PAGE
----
|Title||Enhanced stabilisation of municipal solid waste in bioreactor landfills|
|Author(s)||Valencia Vázquez, R.|
|Source||Wageningen University. Promotor(en): H.J. Gijzen, co-promotor(en): H.J. Lubberding. - [S.l.] : S.n. - ISBN 9789085049180 - 141|
|Publication type||Dissertation, externally prepared|
|Keyword(s)||bioreactoren - vaste afvalstoffen - huisvuilverwijdering - stortterreinen - septic tankafvalwater - bioreactors - solid wastes - municipal refuse disposal - landfills - septic tank effluent|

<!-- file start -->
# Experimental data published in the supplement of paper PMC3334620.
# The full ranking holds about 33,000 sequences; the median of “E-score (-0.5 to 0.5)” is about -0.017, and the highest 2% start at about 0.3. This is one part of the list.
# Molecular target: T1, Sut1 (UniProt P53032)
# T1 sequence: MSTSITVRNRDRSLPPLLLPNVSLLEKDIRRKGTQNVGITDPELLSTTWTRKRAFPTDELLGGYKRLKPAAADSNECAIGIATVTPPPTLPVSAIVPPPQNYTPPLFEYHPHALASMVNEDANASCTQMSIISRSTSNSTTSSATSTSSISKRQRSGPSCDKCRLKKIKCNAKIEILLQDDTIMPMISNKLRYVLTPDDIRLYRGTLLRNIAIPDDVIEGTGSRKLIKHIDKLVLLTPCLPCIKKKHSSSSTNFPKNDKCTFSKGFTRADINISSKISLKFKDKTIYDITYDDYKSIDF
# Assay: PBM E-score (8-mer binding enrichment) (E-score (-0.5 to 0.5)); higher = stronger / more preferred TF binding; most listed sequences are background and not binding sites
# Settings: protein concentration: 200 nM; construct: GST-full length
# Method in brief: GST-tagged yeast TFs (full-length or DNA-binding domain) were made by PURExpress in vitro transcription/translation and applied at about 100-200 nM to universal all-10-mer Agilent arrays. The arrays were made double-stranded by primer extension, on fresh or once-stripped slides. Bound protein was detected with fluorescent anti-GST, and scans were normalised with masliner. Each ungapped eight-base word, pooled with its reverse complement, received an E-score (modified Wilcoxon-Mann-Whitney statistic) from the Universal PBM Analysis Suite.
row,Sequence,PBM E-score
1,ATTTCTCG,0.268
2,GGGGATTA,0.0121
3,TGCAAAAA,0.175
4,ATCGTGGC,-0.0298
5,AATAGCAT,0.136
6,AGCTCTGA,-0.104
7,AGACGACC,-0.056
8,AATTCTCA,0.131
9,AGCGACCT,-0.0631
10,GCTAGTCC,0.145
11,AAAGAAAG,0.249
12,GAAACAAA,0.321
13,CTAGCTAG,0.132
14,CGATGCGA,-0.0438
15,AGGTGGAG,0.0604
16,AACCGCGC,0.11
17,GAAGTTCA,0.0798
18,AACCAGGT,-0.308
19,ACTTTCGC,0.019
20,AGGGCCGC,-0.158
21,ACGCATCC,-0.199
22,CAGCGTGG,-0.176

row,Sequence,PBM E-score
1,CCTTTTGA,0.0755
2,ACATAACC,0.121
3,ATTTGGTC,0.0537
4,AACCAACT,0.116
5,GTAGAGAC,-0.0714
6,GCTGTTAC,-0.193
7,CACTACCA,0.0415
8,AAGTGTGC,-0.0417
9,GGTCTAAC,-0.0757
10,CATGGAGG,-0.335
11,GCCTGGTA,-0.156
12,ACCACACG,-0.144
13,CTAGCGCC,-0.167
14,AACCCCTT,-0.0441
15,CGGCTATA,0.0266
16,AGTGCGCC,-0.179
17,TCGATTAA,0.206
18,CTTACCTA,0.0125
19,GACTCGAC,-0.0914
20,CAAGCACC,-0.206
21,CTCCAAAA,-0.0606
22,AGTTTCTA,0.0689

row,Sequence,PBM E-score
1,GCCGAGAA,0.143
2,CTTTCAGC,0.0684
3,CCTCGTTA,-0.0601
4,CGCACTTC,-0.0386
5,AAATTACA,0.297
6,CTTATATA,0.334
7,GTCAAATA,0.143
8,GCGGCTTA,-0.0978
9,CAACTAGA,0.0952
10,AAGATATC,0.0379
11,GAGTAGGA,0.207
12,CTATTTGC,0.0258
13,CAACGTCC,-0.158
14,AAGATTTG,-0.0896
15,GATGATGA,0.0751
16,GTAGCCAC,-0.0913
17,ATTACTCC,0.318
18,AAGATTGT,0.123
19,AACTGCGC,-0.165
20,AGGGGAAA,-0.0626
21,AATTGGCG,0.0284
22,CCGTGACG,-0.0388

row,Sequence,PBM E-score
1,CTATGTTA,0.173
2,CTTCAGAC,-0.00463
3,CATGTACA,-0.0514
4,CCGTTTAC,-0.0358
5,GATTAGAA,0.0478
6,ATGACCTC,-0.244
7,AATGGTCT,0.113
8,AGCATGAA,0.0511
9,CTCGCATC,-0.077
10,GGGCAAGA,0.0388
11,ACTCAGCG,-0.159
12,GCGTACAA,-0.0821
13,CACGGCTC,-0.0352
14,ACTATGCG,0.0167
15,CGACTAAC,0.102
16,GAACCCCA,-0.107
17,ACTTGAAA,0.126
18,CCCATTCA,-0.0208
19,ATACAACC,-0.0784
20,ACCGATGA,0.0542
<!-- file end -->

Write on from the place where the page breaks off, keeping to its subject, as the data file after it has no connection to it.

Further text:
|Abstract||The increasing development and urbanization of the society has led to an increase per-capita production of municipal solid waste (MSW) materials. These MSW materials are of organic and inorganic nature that can be of rapidly, moderately and slowly biodegradable or inert characteristics. With regard to these waste streams a wide variety of treatments exist: reuse and recycling, composting, anaerobic digestion, incineration, and land disposal are the most common ones, pyrolysis and gasification are in use to a lesser extent or on a smaller scale. Regardless of the method chosen for treatment all these methods produce residues, which will be eventually disposed at open dumps or sanitary landfills. Sanitary landfills are engineered facilities that make use of barriers to isolate the waste from the biosphere in order to protect human health and the environment. However, these barriers will fail in the long-term allowing the intrusion of moisture into the waste mass, which will trigger restrained physical, chemical and biological processes causing pollution in the form of leachate and landfill gas. In order to minimise the negative impacts of landfilling of waste, researchers conducted experiments, which resulted today in the so-called bioreactor landfill approach. The bioreactor landfill is a system that is operationally influenced to promote synergy between the inherent microbial consortia, and is controlled to accelerate the sequential phases of waste stabilisation through the addition of liquids and/or air. These past investigations have allowed the determination of optimal ranges for the key process parameters and the implementation of alternative operational conditions, the so-called enhancement techniques. Two main perspectives can be identified: 1) the American perspective, which attempts to apply enhancement techniques in order to maximise landfill gas production; 2) the European perspective that focus on the achievement of the Final Storage Quality (FSQ) status of residues within a generation timeframe (30 years). The term FSQ suggests that the potential of a waste material to produce pollution is reduced to nearly zero in the long-term perspective, similar to the characteristics for inert waste laid in the Waste Acceptance Criteria (WAC) of the European Landfill Directive. Until now, the main technical problem faced by landfill operators is homogenous liquid addition and distribution (key enhancement technique) within the waste mass. The main objective of this thesis was to achieve a FSQ status of waste, through laboratory and pilot-scale experiments, that complies with the WAC of the Landfill Directive for Inert waste, which had been considered as the worstcase scenario due to the stringent criteria established. Therefore, this thesis focused on the interaction and modification of the factors controlling the waste stabilisation process in order to have a better understanding of the physical, chemical and biological processes occurring in a bioreactor landfill.